Likewise, the insurer who intends to see reduced or excluded his obligation to indemnify must prove that this fault may have been linked to the occurrence of the accident and the damage.

For example, driving without insurance will very generally not be related to the occurrence of the accident. The same goes for the failure to wear safety equipment (protective helmet for the motorcyclist, seat belt for the motorist).

Determining the right to compensation of a victim driver is a very important issue, and the quality of the argument developed is crucial. The first form of proof available to the parties will be the accident report.

This accident report is systematically communicated to the insurers of the vehicles involved. The victim can access it through their lawyer or directly.

Vigilance is, however, required in the analysis that will be made of this document, the conclusions of the police or gendarmes should not be imposed ipso facto on either the parties or the judge.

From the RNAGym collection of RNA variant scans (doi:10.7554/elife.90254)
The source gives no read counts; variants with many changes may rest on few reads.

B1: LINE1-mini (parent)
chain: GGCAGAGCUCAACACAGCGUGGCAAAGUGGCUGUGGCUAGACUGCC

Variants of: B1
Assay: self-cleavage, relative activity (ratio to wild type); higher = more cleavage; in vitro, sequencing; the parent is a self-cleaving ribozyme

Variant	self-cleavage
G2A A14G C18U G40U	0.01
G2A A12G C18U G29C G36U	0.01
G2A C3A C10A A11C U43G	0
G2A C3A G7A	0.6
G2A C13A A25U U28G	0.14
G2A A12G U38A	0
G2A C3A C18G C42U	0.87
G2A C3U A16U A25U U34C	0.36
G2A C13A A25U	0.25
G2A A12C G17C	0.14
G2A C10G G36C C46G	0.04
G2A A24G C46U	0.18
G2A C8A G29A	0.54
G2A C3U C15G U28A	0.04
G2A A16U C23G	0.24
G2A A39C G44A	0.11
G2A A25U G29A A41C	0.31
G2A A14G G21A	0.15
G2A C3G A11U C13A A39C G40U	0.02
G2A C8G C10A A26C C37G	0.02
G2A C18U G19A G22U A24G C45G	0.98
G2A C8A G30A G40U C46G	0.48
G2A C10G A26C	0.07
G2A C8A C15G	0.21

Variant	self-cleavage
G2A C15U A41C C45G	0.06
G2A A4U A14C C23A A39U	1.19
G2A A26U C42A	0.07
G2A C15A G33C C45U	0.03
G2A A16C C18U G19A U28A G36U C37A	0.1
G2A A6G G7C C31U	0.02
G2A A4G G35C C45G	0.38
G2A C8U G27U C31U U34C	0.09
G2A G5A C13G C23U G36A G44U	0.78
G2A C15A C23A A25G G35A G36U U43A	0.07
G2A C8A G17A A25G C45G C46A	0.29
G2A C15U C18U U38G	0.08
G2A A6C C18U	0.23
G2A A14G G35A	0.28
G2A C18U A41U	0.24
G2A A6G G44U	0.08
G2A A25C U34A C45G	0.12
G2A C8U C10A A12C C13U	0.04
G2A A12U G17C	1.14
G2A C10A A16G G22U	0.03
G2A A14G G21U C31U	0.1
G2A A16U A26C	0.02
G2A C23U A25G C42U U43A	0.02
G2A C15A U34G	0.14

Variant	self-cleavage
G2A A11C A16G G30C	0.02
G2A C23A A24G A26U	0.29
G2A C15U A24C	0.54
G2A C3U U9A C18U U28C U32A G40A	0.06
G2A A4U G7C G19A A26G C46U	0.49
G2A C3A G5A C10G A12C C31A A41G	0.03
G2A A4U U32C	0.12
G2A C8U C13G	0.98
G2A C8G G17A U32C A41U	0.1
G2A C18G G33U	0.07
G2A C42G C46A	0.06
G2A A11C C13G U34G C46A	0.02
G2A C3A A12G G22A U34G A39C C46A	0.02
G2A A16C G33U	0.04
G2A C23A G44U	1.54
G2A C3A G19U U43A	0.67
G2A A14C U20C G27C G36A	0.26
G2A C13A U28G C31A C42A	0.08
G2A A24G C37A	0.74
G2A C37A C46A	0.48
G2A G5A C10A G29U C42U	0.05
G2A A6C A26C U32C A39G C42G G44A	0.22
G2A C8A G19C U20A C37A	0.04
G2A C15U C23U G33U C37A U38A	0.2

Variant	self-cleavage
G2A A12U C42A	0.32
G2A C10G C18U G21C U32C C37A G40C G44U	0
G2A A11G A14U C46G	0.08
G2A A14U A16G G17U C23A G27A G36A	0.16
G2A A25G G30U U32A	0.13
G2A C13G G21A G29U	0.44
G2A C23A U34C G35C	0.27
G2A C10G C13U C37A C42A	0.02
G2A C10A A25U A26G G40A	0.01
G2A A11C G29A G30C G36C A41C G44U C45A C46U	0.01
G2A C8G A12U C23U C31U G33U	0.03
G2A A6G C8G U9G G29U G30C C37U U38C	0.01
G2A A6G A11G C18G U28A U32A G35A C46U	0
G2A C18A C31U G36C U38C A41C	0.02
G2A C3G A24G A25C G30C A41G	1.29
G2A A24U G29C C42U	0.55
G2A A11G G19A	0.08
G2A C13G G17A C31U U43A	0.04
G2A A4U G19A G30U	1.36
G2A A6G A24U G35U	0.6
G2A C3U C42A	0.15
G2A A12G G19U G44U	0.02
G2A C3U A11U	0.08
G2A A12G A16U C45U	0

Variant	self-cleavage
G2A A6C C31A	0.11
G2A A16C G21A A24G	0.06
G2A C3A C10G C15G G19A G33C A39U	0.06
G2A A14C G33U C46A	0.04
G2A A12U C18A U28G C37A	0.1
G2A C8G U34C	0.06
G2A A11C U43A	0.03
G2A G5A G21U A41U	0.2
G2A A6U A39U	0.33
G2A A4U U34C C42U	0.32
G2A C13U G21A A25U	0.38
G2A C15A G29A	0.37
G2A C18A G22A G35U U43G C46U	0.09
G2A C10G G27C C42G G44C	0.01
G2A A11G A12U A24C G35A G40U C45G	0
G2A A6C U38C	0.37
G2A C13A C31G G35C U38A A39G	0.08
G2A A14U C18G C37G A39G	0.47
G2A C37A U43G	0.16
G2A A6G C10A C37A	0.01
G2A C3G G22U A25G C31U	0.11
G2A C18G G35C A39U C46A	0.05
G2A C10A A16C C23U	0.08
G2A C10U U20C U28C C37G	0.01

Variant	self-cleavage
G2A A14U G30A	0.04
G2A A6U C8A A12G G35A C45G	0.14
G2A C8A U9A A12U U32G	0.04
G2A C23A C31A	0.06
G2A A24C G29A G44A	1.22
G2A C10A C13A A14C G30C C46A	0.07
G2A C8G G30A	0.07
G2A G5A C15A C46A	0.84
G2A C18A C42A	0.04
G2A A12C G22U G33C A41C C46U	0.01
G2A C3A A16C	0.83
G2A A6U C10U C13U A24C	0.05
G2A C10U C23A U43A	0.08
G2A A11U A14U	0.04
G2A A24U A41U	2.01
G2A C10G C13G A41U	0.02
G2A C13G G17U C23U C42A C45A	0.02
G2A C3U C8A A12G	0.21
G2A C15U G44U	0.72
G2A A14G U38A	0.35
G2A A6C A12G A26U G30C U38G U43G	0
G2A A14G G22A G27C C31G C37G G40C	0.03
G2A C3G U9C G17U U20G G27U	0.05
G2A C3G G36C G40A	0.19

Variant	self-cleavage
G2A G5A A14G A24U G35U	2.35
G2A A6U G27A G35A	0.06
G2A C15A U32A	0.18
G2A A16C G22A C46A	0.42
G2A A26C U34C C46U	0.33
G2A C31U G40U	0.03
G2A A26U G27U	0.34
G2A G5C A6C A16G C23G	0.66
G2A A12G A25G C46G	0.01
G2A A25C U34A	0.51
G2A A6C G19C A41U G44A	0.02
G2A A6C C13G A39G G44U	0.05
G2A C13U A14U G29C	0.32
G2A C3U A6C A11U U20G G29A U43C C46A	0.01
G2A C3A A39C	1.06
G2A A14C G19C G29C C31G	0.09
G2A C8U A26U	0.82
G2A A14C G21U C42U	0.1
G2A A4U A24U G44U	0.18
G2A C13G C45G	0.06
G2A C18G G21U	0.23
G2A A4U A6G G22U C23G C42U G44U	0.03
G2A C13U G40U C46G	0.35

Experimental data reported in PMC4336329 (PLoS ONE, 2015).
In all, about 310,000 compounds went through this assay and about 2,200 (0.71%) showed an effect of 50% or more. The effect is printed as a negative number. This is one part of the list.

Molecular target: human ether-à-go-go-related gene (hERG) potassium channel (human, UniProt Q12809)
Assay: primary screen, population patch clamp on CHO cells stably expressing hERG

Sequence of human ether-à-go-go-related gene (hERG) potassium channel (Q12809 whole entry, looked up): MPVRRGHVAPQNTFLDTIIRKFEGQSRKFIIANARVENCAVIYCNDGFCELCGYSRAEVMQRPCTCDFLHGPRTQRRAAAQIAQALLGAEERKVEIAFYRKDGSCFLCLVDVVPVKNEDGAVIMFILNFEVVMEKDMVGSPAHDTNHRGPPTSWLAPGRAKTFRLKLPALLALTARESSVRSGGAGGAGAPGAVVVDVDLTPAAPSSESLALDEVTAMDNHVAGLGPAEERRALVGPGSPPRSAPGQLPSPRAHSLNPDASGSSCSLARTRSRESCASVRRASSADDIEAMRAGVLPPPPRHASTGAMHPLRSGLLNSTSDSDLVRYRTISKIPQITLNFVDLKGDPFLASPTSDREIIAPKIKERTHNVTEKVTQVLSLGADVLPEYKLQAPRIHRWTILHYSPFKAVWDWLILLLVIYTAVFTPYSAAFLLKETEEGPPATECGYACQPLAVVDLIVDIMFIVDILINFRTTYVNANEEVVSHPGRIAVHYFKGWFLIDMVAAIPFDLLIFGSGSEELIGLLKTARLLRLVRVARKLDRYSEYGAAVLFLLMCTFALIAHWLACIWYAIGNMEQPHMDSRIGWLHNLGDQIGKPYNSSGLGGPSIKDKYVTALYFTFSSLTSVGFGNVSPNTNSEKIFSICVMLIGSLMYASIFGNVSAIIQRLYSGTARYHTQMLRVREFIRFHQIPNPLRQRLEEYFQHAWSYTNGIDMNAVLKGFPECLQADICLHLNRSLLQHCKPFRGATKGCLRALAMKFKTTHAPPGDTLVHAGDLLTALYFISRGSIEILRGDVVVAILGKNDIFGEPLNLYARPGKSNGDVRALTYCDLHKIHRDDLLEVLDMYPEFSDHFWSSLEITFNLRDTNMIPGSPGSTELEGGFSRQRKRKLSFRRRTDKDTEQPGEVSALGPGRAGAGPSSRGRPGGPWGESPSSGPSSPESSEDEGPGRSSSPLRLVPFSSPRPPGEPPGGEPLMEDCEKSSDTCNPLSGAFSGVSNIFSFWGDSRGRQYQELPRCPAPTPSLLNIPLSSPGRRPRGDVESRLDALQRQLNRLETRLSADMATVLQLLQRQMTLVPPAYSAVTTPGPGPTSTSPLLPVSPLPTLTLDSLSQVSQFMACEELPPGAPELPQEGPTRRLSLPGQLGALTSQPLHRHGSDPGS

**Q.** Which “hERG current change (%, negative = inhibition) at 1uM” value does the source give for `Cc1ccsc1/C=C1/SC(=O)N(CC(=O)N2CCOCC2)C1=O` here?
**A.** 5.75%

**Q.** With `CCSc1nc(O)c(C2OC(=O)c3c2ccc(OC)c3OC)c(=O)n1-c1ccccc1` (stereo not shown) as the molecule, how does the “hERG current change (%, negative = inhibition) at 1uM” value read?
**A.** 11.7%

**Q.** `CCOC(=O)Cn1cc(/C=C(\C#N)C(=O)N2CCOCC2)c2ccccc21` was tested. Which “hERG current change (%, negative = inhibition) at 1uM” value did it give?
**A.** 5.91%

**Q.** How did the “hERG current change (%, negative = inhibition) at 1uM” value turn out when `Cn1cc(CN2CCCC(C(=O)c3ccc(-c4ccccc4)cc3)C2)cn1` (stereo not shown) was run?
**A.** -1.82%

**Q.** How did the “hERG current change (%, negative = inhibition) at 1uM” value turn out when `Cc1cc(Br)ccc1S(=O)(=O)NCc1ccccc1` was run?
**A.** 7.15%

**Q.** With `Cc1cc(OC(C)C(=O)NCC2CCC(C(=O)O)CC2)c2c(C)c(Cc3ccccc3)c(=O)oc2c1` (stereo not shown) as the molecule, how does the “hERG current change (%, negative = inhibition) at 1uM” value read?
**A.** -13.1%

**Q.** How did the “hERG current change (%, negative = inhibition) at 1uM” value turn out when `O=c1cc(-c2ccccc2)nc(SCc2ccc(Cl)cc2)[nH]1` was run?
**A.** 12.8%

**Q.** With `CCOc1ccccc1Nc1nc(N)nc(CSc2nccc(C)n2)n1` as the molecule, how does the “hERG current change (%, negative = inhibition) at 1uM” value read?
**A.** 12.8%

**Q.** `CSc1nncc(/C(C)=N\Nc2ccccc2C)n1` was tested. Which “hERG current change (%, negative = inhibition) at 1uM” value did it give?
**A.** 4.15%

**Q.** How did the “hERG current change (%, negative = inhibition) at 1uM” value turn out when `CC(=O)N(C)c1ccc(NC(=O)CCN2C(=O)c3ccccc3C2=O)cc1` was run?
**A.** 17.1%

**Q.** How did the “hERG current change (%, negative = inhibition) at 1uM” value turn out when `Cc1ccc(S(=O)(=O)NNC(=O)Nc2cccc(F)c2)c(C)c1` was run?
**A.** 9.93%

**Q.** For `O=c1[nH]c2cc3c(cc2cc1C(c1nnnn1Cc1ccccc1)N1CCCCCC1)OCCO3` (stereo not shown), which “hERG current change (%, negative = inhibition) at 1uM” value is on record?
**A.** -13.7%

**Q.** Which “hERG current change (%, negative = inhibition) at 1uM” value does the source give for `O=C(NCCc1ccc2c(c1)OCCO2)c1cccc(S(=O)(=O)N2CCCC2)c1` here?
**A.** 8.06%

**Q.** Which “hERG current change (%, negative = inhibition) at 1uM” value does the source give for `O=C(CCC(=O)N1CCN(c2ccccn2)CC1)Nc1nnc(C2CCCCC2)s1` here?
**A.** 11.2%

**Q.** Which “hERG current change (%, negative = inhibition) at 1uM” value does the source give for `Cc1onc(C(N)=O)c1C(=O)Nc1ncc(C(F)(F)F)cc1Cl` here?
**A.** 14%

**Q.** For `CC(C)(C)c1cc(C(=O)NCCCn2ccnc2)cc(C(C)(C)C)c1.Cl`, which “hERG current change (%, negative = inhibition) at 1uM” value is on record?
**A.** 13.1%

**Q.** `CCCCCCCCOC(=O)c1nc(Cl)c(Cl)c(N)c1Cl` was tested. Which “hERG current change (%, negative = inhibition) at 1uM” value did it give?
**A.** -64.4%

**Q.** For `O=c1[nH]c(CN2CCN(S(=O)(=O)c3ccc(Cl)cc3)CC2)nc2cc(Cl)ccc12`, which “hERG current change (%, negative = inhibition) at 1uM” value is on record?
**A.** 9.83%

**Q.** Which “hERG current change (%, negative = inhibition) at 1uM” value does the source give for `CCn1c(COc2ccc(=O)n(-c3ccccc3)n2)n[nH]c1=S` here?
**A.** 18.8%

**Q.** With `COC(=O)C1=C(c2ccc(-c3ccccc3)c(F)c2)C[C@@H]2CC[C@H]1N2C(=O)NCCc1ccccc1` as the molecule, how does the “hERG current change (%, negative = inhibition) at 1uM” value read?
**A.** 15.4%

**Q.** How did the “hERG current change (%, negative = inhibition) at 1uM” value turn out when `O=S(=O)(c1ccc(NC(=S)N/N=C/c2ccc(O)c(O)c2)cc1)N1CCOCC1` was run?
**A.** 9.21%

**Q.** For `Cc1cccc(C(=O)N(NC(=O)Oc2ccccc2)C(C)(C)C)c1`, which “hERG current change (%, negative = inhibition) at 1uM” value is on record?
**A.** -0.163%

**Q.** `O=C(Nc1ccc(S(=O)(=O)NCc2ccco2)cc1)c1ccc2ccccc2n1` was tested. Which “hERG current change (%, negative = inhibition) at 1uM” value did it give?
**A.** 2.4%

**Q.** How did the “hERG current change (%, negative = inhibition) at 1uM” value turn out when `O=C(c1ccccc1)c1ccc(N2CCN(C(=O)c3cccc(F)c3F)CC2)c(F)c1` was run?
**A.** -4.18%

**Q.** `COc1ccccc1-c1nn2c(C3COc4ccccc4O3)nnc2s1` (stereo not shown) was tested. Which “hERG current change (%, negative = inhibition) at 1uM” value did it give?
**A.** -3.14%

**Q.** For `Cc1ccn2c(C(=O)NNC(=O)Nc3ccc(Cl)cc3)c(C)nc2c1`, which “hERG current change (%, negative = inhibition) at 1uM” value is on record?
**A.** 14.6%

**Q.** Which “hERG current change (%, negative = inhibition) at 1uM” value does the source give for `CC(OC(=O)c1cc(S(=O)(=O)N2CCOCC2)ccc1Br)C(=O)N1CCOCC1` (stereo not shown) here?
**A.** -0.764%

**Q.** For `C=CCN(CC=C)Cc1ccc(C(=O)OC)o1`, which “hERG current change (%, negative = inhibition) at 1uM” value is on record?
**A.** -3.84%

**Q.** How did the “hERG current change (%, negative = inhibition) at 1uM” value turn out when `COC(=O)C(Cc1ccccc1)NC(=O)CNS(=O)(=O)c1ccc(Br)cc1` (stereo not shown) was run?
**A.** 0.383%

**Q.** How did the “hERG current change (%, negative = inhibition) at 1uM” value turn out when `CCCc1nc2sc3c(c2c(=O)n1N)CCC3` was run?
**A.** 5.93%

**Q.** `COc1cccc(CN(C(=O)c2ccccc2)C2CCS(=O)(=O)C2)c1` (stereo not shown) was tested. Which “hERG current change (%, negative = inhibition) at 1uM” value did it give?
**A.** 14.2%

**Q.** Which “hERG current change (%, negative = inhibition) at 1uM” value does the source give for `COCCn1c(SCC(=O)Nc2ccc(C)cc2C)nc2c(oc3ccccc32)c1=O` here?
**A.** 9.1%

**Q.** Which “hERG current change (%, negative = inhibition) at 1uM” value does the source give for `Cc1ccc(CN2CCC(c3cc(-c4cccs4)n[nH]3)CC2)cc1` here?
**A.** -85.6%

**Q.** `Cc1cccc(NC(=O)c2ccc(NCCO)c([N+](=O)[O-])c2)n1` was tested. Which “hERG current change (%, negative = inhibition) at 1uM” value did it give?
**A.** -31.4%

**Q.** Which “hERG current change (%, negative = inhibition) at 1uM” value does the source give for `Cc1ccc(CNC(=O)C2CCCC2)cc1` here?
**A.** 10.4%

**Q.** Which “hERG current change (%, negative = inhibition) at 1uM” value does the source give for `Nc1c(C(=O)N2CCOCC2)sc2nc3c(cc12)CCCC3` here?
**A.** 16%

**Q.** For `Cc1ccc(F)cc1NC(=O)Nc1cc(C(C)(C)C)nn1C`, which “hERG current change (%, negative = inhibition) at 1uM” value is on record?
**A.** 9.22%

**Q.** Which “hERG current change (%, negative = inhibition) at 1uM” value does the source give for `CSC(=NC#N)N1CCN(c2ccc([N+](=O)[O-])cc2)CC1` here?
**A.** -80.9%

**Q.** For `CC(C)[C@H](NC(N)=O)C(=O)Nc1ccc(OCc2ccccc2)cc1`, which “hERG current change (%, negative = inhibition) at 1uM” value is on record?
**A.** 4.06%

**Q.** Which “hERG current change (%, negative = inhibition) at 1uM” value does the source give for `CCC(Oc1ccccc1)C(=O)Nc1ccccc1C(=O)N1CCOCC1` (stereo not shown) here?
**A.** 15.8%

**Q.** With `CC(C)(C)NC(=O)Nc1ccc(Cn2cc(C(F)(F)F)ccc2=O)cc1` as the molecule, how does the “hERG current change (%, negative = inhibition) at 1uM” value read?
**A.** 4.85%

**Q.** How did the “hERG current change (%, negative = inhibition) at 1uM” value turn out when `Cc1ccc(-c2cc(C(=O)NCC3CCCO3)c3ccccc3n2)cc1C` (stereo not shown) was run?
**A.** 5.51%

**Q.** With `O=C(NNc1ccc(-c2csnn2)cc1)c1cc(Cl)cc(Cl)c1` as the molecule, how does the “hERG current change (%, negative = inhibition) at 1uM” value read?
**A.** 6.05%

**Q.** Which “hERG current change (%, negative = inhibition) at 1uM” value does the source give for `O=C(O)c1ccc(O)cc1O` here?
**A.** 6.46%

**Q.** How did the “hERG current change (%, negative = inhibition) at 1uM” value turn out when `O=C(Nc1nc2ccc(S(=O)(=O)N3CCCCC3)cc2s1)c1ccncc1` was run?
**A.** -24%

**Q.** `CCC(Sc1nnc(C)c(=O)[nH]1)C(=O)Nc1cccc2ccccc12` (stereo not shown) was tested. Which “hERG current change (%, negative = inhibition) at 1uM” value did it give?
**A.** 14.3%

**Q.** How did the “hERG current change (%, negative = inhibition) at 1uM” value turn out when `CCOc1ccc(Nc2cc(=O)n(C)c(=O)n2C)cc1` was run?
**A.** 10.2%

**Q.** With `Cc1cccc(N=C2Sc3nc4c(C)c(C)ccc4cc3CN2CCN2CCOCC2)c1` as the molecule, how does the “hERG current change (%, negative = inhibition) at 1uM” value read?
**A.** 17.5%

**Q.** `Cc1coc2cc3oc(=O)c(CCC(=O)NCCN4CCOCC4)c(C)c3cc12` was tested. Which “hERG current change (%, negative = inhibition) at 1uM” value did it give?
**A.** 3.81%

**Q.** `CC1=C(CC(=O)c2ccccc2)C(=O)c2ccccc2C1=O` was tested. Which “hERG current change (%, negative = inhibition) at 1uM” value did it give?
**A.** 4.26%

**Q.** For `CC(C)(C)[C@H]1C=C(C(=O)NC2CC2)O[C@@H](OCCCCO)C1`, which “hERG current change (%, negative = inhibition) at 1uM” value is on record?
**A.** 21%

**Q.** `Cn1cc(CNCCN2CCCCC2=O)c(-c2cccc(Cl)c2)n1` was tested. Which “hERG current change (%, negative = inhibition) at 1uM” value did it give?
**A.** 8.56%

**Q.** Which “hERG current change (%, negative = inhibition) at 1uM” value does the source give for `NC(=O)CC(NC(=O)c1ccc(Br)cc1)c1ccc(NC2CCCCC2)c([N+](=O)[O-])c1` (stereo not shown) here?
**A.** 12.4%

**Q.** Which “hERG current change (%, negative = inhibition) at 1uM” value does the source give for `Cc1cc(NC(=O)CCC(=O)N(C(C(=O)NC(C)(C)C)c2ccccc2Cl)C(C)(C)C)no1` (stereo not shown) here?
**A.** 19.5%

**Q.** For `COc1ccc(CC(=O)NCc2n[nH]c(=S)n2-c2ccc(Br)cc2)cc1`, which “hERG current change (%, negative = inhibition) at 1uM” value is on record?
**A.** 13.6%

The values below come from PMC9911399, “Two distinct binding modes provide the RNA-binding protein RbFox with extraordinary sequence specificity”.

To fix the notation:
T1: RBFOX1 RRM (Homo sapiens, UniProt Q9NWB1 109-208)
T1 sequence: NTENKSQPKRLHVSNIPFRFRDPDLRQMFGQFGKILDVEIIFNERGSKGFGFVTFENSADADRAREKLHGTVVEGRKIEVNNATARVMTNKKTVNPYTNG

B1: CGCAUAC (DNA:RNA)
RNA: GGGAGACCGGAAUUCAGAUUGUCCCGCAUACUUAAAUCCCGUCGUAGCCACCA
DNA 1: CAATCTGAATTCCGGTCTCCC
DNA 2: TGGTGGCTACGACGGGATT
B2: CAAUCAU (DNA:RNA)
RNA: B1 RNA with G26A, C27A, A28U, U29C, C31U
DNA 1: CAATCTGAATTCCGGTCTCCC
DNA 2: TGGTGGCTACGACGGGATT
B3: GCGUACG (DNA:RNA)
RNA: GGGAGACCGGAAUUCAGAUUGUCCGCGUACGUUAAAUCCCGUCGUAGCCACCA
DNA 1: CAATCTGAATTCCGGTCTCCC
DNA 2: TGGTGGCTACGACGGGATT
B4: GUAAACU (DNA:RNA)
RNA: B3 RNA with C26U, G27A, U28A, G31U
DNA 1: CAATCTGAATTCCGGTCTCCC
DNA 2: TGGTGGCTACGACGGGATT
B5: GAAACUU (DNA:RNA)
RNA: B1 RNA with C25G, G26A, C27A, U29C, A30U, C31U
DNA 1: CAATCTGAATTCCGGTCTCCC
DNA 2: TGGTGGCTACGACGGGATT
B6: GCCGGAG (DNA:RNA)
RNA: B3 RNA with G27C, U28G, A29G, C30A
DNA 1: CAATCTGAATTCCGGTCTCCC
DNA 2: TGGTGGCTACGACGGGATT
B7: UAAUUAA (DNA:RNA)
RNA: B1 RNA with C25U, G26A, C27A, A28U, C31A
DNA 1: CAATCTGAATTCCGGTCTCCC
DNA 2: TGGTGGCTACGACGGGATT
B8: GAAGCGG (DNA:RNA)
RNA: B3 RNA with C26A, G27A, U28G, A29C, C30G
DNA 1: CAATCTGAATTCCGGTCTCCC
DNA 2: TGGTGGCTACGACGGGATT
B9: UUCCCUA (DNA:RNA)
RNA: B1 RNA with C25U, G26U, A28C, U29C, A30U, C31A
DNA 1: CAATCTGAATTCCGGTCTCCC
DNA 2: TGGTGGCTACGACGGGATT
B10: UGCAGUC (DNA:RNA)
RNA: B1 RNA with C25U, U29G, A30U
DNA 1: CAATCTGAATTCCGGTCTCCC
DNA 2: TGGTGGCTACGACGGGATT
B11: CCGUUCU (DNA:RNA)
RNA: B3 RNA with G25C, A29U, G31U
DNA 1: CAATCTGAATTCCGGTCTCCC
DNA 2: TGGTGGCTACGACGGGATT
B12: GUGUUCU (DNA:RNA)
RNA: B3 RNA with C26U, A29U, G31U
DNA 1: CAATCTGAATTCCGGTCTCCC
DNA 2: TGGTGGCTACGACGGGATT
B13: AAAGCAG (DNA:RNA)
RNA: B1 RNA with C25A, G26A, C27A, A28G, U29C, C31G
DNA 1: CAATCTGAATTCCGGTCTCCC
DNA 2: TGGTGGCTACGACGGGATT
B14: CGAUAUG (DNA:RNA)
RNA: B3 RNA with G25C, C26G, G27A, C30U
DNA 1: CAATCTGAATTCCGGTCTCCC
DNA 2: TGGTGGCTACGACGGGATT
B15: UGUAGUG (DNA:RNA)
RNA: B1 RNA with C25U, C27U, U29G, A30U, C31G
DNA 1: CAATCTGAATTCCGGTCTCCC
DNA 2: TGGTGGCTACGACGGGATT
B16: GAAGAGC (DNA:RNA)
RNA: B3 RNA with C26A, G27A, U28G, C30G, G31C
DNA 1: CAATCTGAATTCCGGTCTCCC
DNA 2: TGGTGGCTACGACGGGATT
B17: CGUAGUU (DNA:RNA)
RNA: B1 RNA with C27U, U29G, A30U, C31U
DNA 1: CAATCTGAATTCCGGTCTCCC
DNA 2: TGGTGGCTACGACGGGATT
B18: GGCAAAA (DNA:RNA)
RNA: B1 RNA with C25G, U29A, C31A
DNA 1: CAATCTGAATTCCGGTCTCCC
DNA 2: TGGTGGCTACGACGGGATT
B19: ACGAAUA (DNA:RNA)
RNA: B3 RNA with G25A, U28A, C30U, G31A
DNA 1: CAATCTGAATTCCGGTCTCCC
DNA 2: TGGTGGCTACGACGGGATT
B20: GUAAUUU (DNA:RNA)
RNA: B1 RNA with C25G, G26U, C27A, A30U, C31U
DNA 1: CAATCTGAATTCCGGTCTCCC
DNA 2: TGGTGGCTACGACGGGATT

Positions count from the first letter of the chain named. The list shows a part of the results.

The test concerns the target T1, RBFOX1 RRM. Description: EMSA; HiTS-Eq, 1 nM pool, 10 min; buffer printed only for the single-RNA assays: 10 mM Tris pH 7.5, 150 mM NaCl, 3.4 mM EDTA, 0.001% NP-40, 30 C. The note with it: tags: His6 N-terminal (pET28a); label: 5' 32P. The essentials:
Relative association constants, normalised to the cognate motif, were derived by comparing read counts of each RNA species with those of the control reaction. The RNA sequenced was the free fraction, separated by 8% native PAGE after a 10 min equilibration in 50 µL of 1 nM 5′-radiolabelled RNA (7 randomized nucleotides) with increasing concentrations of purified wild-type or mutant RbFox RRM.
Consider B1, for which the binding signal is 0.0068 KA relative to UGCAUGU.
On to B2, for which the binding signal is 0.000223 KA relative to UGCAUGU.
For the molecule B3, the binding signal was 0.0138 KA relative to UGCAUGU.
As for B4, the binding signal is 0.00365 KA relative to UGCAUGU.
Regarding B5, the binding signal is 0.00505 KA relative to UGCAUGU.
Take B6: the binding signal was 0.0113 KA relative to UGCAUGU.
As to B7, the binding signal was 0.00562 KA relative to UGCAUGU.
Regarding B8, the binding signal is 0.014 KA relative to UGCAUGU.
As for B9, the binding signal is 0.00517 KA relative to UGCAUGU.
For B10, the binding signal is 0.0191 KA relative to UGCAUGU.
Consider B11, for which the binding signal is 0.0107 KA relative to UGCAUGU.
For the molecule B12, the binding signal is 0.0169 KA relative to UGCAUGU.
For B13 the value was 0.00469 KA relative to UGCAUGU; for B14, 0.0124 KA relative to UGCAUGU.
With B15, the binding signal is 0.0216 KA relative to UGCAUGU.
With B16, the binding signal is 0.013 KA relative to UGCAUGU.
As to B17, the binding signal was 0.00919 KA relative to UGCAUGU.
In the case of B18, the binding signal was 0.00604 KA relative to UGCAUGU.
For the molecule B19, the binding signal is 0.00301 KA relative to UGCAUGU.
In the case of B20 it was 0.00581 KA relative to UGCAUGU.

In order to contradict the conclusions of the accident report, the victim or the insurer may have recourse to any means of proof admitted in civil proceedings (witness statements, written documents, photographs, bailiff’s reports, etc.).

Among these means of proof, expertise in accidentology constitutes a tool that may prove useful in certain situations. The interest for the victim to resort to this type of analysis may be to contradict a reconstruction attempted by the insurer to prove the misconduct.

It should be remembered that the burden of proof lies with the insurer, who is in principle obliged to compensate the victim, and that therefore, doubt about the circumstances of the accident is in favor of the victim.

What recourse?

When the insurer, required in principle to compensate the damage refuses - alleging a fault on the part of the victim - or does not intend to fully compensate the damage suffered, the victim has only one recourse: to institute legal proceedings.